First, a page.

Understanding Wing Chun's Centre Line

Kung Fu Wang

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If it protected my centerline, then no. But, that seems very strange to use a right fook sau vs right hook. I would never use that. Your (Yip Man's) choice would be chasing hands in my opinion.
In one Hong Kong tournament, a CLF guy threw a right hook punch at a WC guy. The WC guy used left Tan Shou to block it. The right hook knocked down the left Tan Shou and still hit on the WC guy's head. The WC student went back and asked Ip Men. That was Ip Men's answer to him.

This is why I was interested in the question, "Besides dodging, what's a WC guy's solution to deal with a hook punch?"
 

wckf92

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In one Hong Kong tournament, a CLF guy threw a right hook punch at a WC guy. The WC guy used left Tan Shou to block it. The right hook knocked down the left Tan Shou and still hit on the WC guy's head. The WC student went back and asked Ip Men. That was Ip Men's answer to him.

This is why I was interested in the question, "Besides dodging, what's a WC guy's solution to deal with a hook punch?"

Hmmm...interesting. I would say it is not the fault of the Tan Sau...but of the practitioner.
 

Flying Crane

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Hmmm...interesting. I would say it is not the fault of the Tan Sau...but of the practitioner.
That is usually the case. To think there is a specific answer to a specific attack is erroneous. It depends on circumstances and the skill of the person. There could be many good solutions and many bad ones and which is which could also depend on the person.

This isnt an input-output box.
 

Kung Fu Wang

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It depends on circumstances and the skill of the person. There could be many good solutions and many bad ones and which is which could also depend on the person.
If A uses boxing guard (or left WC Tan Shou), do you think B's right hook punch can knock down A's left arm and still hit on A's head?

I just don't think A's body structure is strong enough to handle that heavy swing.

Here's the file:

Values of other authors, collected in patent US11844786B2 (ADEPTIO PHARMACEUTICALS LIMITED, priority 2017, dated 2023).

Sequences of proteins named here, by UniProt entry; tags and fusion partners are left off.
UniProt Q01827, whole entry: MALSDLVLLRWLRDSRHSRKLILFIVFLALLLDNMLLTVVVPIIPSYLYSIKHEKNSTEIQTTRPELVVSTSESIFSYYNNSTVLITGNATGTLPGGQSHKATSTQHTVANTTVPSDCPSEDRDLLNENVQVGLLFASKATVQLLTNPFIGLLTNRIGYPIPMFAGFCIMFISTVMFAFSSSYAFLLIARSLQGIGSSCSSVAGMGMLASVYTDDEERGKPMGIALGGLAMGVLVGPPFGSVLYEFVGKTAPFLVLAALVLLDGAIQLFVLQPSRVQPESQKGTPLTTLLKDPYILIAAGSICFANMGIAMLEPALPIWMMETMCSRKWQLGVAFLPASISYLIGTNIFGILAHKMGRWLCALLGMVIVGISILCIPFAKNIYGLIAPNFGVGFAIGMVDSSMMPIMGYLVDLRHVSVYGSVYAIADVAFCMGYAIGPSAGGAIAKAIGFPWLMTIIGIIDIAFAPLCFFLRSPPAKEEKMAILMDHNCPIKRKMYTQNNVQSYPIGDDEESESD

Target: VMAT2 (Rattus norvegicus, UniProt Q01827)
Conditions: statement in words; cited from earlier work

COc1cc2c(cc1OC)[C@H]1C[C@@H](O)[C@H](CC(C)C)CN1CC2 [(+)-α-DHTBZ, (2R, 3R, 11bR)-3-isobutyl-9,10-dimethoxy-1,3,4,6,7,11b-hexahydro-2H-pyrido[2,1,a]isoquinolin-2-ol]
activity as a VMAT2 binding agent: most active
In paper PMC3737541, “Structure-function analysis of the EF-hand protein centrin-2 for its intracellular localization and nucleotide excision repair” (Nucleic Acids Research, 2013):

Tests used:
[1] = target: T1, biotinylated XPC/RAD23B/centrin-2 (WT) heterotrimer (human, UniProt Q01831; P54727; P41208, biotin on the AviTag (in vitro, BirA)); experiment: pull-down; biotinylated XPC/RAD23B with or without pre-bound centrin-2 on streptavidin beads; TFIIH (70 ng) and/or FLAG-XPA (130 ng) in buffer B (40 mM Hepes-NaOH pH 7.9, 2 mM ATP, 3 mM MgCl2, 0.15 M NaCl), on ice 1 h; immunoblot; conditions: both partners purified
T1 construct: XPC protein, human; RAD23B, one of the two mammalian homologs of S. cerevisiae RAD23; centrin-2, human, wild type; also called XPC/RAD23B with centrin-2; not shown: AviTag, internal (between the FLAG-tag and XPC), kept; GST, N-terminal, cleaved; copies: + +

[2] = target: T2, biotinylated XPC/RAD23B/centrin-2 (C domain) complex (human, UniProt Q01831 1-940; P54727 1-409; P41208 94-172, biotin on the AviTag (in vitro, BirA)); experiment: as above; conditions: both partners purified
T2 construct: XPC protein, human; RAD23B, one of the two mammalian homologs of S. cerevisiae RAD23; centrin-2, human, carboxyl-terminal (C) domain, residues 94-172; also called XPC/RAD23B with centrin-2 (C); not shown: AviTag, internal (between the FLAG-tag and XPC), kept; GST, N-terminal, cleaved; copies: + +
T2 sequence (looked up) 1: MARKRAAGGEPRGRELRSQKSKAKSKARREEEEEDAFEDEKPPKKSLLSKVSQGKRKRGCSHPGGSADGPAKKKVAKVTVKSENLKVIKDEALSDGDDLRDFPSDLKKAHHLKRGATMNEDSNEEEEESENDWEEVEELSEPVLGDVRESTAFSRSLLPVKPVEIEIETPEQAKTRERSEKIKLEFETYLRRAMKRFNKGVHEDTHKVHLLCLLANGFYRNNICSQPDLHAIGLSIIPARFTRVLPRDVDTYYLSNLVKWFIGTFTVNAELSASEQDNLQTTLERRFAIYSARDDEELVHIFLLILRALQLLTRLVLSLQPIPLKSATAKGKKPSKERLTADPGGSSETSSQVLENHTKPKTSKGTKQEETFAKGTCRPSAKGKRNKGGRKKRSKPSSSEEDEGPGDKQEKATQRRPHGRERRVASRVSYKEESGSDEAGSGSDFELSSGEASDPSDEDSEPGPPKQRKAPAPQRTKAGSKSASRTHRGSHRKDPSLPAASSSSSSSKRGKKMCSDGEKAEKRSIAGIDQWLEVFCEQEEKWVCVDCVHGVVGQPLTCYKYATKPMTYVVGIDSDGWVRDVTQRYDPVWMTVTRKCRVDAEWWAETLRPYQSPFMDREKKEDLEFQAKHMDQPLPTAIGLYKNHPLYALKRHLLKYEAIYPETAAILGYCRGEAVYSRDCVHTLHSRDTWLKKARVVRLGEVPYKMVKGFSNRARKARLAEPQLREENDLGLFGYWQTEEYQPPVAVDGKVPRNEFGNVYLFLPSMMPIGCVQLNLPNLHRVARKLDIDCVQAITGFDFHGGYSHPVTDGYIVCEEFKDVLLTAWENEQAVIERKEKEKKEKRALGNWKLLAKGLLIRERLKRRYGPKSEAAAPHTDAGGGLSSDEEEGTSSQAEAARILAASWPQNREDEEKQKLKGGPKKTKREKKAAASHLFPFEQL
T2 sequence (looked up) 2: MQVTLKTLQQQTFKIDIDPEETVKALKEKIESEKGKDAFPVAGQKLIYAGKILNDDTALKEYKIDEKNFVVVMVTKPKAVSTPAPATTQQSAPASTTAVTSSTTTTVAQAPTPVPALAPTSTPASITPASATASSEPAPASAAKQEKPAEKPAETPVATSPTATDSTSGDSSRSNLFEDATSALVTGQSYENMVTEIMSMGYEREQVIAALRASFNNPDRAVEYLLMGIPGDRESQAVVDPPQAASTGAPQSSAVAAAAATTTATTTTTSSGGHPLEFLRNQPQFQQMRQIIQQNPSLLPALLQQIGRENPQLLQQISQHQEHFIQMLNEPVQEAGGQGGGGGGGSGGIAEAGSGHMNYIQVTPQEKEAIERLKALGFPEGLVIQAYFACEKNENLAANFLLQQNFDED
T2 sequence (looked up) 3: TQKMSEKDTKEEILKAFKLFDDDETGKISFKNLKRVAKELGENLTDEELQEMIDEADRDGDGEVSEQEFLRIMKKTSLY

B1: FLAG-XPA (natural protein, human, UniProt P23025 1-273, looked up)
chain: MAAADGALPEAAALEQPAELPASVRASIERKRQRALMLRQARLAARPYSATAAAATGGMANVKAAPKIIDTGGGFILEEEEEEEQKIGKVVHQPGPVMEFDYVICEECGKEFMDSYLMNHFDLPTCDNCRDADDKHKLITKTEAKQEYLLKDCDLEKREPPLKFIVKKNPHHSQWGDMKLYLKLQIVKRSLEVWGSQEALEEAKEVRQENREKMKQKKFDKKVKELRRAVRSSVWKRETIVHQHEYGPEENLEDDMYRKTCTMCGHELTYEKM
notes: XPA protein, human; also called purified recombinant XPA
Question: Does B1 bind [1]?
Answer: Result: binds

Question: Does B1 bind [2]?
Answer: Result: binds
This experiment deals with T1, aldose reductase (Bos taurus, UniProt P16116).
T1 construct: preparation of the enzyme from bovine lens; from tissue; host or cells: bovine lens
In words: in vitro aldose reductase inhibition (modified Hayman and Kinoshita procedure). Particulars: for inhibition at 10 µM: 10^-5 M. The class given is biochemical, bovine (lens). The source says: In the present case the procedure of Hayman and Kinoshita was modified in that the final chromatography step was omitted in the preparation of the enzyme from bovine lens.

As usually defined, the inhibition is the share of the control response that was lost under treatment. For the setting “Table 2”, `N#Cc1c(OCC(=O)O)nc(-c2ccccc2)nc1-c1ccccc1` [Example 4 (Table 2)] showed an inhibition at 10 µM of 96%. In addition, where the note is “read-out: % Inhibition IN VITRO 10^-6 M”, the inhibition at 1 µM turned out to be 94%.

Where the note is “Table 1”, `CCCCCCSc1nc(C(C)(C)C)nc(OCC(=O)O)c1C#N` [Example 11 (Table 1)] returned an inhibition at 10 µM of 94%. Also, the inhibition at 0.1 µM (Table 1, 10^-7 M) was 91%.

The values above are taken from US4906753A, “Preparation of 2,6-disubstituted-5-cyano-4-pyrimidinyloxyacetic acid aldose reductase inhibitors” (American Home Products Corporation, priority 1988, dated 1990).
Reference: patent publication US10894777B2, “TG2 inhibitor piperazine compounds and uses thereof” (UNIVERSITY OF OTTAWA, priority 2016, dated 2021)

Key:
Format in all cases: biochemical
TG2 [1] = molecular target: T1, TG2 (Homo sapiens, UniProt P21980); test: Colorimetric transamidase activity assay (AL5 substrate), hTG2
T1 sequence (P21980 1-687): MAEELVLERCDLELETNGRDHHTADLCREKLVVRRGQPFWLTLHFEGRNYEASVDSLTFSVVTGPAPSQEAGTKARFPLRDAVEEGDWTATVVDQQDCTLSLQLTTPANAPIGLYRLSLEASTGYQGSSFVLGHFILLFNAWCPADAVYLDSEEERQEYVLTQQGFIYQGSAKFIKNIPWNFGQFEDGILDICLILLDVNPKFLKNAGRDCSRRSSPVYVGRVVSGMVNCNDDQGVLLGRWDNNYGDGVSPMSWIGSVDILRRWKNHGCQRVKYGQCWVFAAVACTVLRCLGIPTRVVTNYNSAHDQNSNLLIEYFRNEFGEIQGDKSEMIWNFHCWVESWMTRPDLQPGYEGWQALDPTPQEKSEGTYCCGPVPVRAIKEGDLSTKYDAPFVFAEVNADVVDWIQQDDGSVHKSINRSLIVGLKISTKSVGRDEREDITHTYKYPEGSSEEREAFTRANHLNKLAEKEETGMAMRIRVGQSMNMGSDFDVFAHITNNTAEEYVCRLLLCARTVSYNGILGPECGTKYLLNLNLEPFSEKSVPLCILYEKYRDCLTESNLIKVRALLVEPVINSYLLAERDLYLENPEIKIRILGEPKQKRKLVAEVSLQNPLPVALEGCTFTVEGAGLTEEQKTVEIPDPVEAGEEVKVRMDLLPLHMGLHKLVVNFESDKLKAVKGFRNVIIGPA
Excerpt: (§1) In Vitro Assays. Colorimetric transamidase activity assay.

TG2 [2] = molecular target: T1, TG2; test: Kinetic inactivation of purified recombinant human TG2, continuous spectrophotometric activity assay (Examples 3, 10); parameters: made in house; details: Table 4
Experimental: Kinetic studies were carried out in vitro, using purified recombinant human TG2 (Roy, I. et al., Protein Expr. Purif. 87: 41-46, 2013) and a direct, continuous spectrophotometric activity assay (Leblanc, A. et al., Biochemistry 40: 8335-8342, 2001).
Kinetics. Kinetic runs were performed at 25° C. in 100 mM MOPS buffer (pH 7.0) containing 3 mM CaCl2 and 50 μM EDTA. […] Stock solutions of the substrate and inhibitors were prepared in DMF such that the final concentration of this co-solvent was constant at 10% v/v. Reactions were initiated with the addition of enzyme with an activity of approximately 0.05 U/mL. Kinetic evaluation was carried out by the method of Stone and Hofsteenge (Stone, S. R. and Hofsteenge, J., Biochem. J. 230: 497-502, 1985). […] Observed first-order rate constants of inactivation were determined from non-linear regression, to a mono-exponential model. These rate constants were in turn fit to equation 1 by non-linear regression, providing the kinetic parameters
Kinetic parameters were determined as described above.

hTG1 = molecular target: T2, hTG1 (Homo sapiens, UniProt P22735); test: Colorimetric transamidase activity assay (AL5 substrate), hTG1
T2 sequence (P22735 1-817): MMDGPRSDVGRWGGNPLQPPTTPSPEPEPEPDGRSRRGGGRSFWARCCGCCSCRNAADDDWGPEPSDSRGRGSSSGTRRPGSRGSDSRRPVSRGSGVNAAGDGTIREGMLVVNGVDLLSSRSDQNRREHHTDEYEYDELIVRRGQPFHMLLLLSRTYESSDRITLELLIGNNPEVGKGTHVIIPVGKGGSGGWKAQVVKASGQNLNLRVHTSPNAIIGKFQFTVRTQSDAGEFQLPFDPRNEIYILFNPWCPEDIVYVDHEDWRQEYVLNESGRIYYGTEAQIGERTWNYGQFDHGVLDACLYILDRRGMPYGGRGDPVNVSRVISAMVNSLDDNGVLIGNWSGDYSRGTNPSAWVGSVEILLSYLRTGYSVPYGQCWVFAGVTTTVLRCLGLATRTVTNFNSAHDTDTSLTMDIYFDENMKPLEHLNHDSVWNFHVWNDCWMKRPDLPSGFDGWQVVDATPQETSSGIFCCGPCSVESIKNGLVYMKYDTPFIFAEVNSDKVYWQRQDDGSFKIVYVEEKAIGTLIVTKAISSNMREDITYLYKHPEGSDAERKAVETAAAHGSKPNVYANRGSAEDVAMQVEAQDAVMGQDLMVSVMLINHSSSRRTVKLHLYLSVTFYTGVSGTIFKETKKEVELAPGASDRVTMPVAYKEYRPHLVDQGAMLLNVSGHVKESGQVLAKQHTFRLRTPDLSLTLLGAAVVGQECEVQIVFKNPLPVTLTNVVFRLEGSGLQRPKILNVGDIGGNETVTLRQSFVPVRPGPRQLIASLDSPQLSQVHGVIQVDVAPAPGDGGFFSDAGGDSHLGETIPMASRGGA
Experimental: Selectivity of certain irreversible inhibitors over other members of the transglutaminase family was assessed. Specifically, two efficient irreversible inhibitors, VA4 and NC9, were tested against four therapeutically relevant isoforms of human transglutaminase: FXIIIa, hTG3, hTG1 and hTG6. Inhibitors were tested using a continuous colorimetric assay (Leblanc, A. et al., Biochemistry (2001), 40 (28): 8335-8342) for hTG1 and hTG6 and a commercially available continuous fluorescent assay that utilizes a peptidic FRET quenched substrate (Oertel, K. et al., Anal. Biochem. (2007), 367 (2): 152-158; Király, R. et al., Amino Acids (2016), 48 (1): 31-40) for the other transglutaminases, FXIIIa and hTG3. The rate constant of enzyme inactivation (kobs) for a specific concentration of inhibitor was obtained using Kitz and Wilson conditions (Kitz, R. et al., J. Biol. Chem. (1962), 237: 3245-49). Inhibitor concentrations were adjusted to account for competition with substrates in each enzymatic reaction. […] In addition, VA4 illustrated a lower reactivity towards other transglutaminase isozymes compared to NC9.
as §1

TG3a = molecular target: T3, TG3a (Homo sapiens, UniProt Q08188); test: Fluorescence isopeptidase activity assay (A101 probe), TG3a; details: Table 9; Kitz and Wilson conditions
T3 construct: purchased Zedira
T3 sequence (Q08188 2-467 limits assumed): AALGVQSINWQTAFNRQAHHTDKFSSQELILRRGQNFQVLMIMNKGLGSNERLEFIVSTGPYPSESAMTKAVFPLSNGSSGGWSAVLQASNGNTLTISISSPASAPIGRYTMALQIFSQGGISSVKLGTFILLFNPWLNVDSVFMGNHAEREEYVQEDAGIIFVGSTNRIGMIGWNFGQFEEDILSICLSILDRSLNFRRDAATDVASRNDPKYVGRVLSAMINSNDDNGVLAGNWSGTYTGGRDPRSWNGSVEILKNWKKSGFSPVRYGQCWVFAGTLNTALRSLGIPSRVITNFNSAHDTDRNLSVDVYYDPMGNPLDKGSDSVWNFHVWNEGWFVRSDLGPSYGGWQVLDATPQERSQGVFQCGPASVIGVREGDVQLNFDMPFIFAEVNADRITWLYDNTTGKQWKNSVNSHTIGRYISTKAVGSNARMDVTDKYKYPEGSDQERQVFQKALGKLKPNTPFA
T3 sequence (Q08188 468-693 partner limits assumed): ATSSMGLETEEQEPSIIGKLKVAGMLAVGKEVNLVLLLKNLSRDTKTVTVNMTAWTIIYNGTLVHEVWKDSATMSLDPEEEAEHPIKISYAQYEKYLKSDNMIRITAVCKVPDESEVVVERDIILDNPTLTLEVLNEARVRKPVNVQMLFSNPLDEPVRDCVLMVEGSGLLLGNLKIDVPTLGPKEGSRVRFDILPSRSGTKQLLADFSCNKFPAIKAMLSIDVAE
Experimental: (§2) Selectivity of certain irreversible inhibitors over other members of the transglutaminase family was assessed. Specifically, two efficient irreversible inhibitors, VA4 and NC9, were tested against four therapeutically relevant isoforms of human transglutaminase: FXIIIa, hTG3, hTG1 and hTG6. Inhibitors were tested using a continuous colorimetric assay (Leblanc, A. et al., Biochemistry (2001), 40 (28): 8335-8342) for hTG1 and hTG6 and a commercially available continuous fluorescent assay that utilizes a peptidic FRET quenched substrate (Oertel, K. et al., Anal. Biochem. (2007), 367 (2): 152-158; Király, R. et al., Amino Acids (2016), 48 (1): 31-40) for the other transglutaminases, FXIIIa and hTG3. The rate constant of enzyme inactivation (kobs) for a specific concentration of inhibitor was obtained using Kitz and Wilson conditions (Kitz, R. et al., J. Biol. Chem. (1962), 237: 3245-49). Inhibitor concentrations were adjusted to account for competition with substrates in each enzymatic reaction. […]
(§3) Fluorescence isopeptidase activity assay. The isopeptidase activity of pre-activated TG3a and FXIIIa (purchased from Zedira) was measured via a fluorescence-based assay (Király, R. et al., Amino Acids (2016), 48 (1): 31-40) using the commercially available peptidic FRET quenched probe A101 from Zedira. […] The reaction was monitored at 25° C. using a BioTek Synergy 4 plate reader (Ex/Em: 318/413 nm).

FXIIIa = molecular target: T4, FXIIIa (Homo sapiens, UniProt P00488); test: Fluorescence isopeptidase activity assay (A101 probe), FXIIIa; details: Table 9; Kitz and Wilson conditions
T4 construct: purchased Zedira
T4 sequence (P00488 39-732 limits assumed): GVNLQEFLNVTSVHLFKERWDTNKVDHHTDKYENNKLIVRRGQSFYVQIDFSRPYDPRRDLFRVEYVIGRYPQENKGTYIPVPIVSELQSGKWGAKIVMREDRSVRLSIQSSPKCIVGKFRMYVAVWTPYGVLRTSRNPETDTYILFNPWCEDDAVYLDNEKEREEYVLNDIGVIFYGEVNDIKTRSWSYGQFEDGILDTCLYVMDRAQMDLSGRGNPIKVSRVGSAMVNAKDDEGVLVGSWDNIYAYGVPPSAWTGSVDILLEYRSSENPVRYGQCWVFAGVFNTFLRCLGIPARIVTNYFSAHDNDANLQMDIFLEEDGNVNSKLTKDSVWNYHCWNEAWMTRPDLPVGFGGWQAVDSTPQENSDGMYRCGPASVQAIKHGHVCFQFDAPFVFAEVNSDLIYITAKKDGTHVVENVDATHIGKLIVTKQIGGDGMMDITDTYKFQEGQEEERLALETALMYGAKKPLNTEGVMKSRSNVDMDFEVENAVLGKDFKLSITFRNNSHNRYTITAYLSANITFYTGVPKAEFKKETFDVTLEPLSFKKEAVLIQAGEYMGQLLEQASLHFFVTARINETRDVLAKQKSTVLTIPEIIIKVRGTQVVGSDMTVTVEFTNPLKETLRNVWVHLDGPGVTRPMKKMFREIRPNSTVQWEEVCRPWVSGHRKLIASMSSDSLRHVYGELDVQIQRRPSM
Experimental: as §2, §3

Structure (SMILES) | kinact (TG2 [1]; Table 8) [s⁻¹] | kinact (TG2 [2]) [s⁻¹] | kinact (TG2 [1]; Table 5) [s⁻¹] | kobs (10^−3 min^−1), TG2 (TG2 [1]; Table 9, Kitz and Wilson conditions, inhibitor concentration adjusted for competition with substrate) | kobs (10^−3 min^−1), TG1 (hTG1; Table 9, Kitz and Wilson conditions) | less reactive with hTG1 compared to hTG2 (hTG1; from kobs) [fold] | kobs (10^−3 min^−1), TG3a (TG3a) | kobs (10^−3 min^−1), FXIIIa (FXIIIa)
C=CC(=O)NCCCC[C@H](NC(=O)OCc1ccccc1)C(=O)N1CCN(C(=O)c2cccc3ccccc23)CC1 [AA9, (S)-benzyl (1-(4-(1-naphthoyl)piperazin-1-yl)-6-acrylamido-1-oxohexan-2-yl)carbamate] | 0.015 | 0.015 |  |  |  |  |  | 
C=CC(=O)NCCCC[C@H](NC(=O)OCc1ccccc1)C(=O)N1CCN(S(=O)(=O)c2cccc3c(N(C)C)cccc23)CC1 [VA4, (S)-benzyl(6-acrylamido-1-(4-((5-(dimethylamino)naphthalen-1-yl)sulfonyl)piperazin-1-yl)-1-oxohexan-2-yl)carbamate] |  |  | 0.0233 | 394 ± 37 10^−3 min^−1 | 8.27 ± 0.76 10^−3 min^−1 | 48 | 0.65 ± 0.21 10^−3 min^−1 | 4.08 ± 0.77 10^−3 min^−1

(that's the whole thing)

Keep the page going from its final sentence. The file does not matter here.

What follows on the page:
I have tested this over and over myself. My testing result strongly support my conclusion - One may think he can use his left arm to stop a full body rotation right hook punch, the reality is he can't.

boxing_guard.jpg


mantis-hay-maker.gif
 
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wckf92

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If A uses boxing guard (or left WC Tan Shou), do you think B's right hook punch can knock down A's left arm and still hit on A's head?

I just don't think A's body structure is strong enough to handle that heavy swing.

I have tested this over and over myself. My testing result strongly support my conclusion - One may think he can use his left arm to stop a full body rotation right hook punch, the reality is he can't.

View attachment 28211

mantis-hay-maker.gif

I have never had any issues with Tan sau being able to withstand heavy hooks. So my results obviously differ from your results. So perhaps it is the individual?
 

Flying Crane

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If A uses boxing guard (or left WC Tan Shou), do you think B's right hook punch can knock down A's left arm and still hit on A's head?

I just don't think A's body structure is strong enough to handle that heavy swing.

I have tested this over and over myself. My testing result strongly support my conclusion - One may think he can use his left arm to stop a full body rotation right hook punch, the reality is he can't.

View attachment 28211

mantis-hay-maker.gif
I think it depends. How powerful are A and B? How good are they at what they do? Are they really on their game today, or are they having trouble pulling it together? Didnt eat breakfast today? Didnt sleep well last night? I think its impossible to say fully yes or no. Your test results may be reliable for you. Your data is valid and can be used by others to help them evaluate. But I really think it depends.
 

Martial D

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That's called metal strategy - to use knife to cut through wood. The purpose is to hurt your opponent's arm.
I get why you would do it if it worked. If you had some magic power that put the other guy into slow motion while you still moved at full speed it would definitely be worth exploring.
 

Kung Fu Wang

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I get why you would do it if it worked. If you had some magic power that put the other guy into slow motion while you still moved at full speed it would definitely be worth exploring.